Blackhawks 2008 system audit

By Brad Gardner

The Blackhawks manage to keep an above average system after graduating five prospects during the team’s turnaround 2007-08 season. 


The Blackhawks dipped into their prospect pool generously during the 2007-08 season, resulting in a total of 18 prospects seeing time in the NHL. The team was one of the youngest in the league and managed to ride a roller coaster regular season to within three points of the playoffs. The turnaround season yielded five graduates from the prospect pool. Top-shelf prospects Jonathan Toews, Patrick Kane, and Cam Barker were main components to the Blackhawks’ first winning season since 2001-02. Dustin Byfuglien and Adam Burish also contributed to the team’s success. With these five graduations, there were gaping holes left in the organization’s prospect pool. GM Dale Tallon and company were fortunate to reload in the 2008 draft with two top prospects in Kyle Beach and Shawn Lalonde. Combining the new class with an already impressive collection of talent spread across minor, junior, European, and collegiate leagues, the Blackhawks were able to maintain much of their organizational strength despite valuable losses. 

Left Wing

One of the biggest weaknesses of the Blackhawks’ overall prospect pool is the lack of depth at left wing. With the addition of Beach, though, the small group gains a big punch. The Blackhawks’ 11th overall pick in the draft is considered to have top-line potential. The 6’3 206-pound power forward led a compelling campaign to make the team out of training camp. Though he has returned to Everett for another season, the 18-year-old Beach began his season with three goals, six assists in the first five games. With his bruising ship headed in the right direction, it is feasible that Beach could be playing the wing alongside Toews and Kane in the near future. 

Another valuable prospect at left wing is Billy Sweatt, currently skating at Colorado College. A second-round pick in 2007, the Chicago-area native combines dazzling speed with a solid, all-around skill set. As part of the U.S. National Team Development Program, he gained valuable experience playing against international talent during the gold medal run at the 2006 U-18 World Junior Championships and the bronze medal finish at the 2007 U-20 WJC. In two seasons at Colorado College, Sweatt had 19 goals, 34 assists in 67 games.  By gaining experience at multiple levels and, of course, adding size and strength, the 20-year-old Sweatt could be a potent playmaker on one of the Blackhawks’ top lines.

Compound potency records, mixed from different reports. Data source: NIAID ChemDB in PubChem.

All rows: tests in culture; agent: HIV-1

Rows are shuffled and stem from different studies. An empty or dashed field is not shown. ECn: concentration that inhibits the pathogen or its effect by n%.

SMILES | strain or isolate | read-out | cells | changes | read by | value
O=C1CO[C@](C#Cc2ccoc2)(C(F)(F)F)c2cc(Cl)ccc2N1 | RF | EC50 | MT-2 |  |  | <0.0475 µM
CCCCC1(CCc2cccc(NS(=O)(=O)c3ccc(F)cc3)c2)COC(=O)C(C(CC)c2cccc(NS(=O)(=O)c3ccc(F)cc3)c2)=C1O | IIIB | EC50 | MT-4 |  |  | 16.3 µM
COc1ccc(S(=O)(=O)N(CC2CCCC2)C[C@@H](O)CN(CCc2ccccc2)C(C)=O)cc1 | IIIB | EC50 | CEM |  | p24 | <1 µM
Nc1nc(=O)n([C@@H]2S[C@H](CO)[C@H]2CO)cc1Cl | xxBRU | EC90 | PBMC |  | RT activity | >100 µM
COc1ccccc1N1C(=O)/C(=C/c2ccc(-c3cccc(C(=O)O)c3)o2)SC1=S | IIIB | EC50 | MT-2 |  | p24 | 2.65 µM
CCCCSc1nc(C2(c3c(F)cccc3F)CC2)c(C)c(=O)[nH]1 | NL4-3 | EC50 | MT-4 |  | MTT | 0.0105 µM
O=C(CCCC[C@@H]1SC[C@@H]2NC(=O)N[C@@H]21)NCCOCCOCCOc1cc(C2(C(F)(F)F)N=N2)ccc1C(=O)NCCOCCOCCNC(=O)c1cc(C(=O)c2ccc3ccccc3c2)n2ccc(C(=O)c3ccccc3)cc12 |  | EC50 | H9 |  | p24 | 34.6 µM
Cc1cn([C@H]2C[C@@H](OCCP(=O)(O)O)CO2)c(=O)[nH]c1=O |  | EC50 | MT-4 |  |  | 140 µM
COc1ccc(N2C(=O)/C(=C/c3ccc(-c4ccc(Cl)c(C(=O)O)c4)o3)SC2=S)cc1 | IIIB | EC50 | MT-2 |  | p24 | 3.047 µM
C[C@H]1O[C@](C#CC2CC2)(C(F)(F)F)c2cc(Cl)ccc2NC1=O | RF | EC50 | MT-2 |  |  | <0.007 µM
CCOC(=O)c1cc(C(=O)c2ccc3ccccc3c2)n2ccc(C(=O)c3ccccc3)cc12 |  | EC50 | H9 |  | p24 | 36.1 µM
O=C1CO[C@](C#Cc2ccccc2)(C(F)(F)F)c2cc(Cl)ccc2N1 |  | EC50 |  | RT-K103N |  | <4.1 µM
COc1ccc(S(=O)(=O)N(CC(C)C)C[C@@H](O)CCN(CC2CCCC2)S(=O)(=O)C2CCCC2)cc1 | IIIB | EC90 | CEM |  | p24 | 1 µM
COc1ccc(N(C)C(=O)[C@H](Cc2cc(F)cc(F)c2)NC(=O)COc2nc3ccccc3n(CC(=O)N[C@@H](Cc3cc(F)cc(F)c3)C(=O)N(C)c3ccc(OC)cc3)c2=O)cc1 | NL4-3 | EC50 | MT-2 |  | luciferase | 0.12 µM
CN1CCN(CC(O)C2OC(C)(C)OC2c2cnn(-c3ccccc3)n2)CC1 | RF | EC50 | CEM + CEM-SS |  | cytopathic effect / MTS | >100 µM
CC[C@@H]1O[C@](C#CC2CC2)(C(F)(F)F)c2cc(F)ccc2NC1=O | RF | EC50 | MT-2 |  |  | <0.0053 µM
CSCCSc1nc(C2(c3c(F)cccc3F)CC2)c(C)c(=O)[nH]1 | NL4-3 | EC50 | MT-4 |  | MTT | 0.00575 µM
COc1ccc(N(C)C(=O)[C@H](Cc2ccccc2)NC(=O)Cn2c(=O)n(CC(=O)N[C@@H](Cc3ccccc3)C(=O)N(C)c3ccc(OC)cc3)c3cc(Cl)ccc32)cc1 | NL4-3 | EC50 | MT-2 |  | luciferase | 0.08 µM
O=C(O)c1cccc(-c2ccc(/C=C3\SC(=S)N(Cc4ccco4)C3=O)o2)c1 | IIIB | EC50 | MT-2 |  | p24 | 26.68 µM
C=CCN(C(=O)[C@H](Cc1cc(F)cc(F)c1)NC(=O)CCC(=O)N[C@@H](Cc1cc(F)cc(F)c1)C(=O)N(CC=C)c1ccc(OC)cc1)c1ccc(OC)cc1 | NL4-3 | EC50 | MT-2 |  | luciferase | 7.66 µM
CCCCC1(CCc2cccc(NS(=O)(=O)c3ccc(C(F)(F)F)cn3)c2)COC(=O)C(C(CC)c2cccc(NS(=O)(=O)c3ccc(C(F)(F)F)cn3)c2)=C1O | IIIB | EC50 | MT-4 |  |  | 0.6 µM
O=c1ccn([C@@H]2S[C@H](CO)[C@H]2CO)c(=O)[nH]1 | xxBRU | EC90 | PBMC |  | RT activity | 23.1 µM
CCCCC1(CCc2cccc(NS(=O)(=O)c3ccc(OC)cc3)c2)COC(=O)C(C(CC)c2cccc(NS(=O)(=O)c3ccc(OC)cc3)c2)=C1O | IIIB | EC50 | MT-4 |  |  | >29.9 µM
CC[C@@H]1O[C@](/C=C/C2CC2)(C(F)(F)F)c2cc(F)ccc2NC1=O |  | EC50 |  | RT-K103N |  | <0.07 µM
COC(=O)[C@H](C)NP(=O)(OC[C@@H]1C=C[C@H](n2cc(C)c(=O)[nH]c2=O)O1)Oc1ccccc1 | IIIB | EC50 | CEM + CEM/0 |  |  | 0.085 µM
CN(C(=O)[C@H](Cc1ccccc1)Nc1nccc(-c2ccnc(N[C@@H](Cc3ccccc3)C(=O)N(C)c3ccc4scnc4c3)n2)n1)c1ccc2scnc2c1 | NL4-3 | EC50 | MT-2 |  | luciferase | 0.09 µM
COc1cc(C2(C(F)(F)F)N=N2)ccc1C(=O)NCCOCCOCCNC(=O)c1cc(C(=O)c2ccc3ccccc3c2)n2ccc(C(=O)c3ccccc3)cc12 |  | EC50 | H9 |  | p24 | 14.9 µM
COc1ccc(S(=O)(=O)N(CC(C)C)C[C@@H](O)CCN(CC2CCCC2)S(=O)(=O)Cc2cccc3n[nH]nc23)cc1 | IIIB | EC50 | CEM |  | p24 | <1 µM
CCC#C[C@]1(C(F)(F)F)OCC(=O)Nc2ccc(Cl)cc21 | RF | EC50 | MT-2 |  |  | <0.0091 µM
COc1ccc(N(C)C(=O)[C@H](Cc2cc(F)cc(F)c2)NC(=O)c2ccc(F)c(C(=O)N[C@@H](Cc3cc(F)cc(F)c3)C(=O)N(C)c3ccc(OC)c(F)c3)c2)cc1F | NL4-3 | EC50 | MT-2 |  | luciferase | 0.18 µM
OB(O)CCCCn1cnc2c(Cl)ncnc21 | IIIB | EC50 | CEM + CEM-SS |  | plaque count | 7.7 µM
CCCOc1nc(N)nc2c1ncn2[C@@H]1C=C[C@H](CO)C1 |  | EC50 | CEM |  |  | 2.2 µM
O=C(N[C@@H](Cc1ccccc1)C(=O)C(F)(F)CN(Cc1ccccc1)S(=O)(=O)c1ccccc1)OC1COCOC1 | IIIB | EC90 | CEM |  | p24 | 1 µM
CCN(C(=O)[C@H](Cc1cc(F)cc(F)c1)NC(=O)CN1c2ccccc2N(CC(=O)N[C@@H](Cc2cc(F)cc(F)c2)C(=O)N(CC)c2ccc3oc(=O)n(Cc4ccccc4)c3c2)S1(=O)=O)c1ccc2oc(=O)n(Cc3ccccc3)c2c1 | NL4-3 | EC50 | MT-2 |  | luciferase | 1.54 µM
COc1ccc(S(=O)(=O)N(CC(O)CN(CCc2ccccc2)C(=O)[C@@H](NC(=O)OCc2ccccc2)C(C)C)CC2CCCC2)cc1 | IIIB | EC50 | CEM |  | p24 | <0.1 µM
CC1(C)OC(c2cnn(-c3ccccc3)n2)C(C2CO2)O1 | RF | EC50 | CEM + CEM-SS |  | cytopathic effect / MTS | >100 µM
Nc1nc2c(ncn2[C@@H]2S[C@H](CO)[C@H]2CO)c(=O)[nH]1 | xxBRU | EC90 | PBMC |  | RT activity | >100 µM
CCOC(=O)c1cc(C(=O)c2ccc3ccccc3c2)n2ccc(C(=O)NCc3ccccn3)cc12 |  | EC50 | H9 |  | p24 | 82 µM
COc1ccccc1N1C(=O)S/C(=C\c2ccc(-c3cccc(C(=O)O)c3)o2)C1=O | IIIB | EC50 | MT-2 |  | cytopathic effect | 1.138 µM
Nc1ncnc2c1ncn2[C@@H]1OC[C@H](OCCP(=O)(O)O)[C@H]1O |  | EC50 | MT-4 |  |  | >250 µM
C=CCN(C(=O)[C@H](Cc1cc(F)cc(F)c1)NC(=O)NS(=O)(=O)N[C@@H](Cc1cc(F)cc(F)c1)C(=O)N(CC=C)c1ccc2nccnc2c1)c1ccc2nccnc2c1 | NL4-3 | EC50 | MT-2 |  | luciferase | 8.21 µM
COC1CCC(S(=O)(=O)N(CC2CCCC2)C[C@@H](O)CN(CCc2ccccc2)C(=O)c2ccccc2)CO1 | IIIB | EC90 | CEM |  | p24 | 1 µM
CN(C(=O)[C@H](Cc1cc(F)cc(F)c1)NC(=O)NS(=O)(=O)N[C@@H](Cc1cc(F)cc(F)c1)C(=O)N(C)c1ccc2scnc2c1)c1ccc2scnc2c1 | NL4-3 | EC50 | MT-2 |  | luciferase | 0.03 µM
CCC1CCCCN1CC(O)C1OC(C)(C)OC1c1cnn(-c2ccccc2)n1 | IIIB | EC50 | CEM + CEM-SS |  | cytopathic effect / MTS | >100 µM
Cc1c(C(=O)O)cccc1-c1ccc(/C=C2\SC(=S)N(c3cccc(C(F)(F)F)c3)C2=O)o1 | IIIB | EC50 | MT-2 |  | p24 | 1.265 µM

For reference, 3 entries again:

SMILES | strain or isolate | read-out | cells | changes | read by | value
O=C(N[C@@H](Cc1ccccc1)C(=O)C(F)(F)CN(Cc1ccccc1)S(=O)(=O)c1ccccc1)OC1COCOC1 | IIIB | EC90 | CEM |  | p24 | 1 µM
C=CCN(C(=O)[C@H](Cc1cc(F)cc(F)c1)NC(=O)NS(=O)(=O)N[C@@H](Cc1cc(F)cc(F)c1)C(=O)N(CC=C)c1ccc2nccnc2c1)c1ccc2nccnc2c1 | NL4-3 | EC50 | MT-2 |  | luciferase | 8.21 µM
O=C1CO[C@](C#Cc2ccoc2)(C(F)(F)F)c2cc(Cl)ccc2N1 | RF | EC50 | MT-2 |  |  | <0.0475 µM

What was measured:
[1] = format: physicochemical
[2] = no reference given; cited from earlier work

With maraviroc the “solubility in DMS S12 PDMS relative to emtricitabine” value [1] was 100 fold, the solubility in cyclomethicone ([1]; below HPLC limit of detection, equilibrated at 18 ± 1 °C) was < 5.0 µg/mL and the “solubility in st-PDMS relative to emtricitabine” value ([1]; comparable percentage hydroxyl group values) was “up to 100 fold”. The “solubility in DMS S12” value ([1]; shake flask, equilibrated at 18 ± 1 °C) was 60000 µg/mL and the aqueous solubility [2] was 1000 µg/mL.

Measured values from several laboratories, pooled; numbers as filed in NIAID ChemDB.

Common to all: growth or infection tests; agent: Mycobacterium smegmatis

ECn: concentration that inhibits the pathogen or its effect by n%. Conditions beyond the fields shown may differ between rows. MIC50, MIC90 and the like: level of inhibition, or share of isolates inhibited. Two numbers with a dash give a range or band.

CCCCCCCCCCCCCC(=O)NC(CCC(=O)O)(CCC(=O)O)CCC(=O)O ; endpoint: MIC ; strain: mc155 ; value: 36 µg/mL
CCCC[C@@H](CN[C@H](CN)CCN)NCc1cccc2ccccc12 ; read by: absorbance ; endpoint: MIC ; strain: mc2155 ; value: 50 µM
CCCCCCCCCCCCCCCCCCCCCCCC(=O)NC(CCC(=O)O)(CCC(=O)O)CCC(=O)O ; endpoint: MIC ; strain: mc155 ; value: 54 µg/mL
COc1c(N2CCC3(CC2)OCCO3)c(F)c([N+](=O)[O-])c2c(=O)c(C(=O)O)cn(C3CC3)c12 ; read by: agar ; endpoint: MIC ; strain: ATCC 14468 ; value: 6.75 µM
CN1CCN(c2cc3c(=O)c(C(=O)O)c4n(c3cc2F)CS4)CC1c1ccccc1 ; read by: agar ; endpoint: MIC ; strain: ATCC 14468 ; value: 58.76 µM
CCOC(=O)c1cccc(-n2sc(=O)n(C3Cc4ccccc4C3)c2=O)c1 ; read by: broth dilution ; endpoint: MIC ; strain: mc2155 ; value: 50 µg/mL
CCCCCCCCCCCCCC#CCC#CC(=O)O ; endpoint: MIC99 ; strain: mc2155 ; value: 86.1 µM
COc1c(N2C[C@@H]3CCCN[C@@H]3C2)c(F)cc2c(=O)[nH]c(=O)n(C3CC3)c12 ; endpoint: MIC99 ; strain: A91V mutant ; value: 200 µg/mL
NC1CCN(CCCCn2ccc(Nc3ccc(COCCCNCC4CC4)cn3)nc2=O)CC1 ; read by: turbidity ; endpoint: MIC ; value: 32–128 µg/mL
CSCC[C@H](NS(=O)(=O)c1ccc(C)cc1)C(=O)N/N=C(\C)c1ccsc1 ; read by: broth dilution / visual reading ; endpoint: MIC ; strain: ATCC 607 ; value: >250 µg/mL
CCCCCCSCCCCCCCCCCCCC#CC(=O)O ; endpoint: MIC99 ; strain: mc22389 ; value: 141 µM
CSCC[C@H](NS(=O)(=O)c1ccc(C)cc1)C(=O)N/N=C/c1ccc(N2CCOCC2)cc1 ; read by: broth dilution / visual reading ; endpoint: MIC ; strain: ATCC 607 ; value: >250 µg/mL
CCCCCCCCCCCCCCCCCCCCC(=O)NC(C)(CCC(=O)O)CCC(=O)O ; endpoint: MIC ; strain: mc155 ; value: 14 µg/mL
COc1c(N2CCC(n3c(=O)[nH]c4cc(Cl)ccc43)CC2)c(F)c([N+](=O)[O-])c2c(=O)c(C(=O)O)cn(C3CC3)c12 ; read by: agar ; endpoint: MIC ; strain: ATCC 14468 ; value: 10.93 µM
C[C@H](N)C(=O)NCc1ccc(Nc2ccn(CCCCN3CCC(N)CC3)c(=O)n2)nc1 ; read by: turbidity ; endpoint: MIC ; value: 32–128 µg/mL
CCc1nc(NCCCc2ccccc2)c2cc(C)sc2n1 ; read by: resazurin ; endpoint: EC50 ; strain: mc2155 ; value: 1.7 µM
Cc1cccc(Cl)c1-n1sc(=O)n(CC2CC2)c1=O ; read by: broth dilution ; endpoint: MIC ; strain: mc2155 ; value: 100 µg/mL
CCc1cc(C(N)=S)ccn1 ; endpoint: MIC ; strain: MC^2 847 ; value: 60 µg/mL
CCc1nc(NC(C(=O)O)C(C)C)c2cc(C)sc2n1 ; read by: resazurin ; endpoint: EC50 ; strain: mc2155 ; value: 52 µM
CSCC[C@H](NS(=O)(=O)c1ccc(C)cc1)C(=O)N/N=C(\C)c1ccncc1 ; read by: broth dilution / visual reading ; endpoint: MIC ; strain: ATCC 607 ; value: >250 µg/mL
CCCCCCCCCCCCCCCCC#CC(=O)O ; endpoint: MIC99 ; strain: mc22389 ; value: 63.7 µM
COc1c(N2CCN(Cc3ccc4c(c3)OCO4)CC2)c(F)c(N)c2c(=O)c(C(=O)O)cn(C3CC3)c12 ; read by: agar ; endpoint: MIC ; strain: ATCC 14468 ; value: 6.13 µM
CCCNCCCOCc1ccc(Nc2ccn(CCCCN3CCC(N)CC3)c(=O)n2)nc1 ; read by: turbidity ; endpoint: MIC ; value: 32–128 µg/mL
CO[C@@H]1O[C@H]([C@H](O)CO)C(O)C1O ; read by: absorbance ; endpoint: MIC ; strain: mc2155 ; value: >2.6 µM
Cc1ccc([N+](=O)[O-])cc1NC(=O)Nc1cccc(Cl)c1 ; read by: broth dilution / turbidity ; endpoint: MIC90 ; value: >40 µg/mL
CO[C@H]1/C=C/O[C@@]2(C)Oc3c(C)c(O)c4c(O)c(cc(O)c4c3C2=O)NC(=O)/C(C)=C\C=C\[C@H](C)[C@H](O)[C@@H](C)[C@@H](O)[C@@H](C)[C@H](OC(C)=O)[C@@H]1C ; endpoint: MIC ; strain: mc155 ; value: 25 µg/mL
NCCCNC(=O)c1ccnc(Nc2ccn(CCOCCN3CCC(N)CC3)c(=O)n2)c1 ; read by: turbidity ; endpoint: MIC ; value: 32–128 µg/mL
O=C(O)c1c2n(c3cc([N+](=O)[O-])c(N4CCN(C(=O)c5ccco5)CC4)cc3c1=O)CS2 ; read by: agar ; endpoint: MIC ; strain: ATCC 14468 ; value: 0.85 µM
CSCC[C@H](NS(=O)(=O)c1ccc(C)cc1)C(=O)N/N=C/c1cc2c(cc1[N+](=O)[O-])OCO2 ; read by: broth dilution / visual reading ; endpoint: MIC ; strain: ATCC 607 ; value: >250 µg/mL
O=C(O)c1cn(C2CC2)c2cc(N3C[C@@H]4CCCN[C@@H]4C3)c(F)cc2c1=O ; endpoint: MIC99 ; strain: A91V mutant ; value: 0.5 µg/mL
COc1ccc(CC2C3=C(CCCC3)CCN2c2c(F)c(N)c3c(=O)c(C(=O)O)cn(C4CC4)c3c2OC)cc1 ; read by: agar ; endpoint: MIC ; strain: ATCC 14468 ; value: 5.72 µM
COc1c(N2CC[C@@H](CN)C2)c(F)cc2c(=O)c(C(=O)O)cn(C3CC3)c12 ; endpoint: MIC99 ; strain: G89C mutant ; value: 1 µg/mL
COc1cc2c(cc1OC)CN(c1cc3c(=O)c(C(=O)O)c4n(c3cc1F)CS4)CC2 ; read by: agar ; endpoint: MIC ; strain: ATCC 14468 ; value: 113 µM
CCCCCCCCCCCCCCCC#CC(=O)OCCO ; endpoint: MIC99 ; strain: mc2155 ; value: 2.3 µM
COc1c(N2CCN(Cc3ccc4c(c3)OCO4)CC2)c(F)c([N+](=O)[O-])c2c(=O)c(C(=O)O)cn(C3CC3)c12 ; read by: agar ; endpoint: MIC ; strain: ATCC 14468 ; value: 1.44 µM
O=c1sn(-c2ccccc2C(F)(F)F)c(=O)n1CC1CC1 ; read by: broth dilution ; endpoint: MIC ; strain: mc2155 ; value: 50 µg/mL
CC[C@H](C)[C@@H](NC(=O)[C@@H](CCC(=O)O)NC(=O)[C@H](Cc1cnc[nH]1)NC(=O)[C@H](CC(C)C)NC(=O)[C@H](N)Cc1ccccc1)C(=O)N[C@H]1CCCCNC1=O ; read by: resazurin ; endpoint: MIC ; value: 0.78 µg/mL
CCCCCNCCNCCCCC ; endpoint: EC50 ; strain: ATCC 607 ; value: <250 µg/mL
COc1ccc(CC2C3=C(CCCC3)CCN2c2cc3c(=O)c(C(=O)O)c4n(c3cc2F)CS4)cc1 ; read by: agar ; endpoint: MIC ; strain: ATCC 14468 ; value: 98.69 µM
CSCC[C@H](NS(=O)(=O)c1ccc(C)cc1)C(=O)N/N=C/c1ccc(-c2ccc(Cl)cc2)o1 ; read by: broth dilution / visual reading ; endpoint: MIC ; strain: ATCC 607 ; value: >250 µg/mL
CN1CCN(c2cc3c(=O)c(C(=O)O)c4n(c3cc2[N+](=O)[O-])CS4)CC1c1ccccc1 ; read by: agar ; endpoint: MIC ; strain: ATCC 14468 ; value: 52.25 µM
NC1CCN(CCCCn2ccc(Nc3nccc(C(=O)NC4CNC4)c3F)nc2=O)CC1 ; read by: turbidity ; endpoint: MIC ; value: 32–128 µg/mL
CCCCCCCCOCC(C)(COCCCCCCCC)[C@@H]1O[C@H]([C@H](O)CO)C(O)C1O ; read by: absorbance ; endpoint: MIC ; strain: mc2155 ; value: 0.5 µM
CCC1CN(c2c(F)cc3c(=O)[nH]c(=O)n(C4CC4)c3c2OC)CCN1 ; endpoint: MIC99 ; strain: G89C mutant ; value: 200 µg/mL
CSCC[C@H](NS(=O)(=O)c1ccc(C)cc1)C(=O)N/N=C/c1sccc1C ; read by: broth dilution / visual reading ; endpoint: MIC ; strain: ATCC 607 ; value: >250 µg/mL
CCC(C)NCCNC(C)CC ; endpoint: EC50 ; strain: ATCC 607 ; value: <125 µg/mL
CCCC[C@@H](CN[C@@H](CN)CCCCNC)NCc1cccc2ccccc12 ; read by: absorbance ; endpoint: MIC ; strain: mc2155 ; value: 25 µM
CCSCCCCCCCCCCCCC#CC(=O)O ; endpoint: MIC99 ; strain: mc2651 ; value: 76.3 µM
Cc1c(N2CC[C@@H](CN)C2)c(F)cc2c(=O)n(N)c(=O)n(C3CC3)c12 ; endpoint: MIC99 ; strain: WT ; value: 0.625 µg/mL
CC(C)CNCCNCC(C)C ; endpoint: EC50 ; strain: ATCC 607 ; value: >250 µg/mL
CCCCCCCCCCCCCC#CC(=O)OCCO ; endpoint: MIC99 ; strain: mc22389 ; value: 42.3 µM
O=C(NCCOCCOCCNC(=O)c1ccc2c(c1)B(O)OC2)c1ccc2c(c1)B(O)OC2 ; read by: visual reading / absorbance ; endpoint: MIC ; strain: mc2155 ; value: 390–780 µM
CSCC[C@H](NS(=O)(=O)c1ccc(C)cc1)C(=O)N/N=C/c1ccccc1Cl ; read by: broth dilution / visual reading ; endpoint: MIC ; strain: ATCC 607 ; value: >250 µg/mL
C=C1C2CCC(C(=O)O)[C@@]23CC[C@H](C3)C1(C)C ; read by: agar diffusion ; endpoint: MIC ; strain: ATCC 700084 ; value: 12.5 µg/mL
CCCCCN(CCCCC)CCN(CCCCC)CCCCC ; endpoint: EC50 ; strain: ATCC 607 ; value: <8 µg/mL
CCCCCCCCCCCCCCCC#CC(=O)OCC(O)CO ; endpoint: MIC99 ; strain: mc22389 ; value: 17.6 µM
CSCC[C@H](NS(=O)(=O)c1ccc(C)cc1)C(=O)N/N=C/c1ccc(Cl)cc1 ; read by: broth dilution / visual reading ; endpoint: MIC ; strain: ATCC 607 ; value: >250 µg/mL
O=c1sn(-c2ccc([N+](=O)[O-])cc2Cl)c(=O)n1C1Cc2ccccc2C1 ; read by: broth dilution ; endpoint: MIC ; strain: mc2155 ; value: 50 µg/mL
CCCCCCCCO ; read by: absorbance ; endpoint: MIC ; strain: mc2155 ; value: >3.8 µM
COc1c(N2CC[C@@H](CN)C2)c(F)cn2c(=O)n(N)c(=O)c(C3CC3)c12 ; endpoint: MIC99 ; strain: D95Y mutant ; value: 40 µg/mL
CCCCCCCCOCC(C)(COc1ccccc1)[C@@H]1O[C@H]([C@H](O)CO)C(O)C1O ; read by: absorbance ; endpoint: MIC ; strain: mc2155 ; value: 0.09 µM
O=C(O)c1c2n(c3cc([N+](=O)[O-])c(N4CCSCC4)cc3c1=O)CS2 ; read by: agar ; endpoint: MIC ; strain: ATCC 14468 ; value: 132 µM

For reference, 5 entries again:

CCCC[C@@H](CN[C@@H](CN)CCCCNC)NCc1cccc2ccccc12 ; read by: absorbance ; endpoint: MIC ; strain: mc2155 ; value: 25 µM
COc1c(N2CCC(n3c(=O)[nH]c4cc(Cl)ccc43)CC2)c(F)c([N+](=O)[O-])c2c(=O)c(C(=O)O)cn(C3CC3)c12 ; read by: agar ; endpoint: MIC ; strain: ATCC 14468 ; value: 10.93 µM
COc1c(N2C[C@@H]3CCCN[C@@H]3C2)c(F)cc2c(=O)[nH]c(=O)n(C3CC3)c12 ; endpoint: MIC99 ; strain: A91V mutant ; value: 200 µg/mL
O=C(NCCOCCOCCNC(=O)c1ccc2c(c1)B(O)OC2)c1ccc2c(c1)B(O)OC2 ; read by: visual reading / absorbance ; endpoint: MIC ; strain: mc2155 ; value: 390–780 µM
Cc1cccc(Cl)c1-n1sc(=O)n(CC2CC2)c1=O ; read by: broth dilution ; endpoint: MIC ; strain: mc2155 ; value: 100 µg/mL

Also on the left wing are two solid power forwards in Brian Bickell and Adam Berti. Bickell has been a steady scorer in a pair of AHL seasons with the Rockford IceHogs. He has played a total of seven games in Chicago in those two years as well, though he didn’t register a point in his most recent call-up. The 6’3 205-pound Bickell was a second-round pick in 2004. Unfortunately, the power forward position is a deep one for Chicago and Bickell will probably remain buried beneath better prospects.  Even farther down the depth chart at power forward, Berti has been unable to find his scoring touch in the AHL after putting up respectable numbers for Oshawa and Erie in the OHL. Berti contributed seven points in 42 games with Rockford last season but failed to score during a brief two-game call-up.


The center position is one of the deepest in the organization, containing a total of 16 players. The absence of a blue-chip center prospect drops this position’s grade down, but there are several good prospects. Petri Kontiola was first in line for the vacancy left by the trade that sent Robert Lang to the Montreal Canadiens in exchange for a 2009 second-round pick. The Finnish center failed to impress, however, and was one of the earlier cuts from the training camp roster. Kontiola will begin this season in Rockford, where he put up a point per game in his first pro season in North America last year. Kontiola’s playmaking ability has never been questioned, but he appeared overmatched at times during the Blackhawks’ preseason games. Kontiola should see more action in Chicago this season as one of the first options should the parent club need a call-up.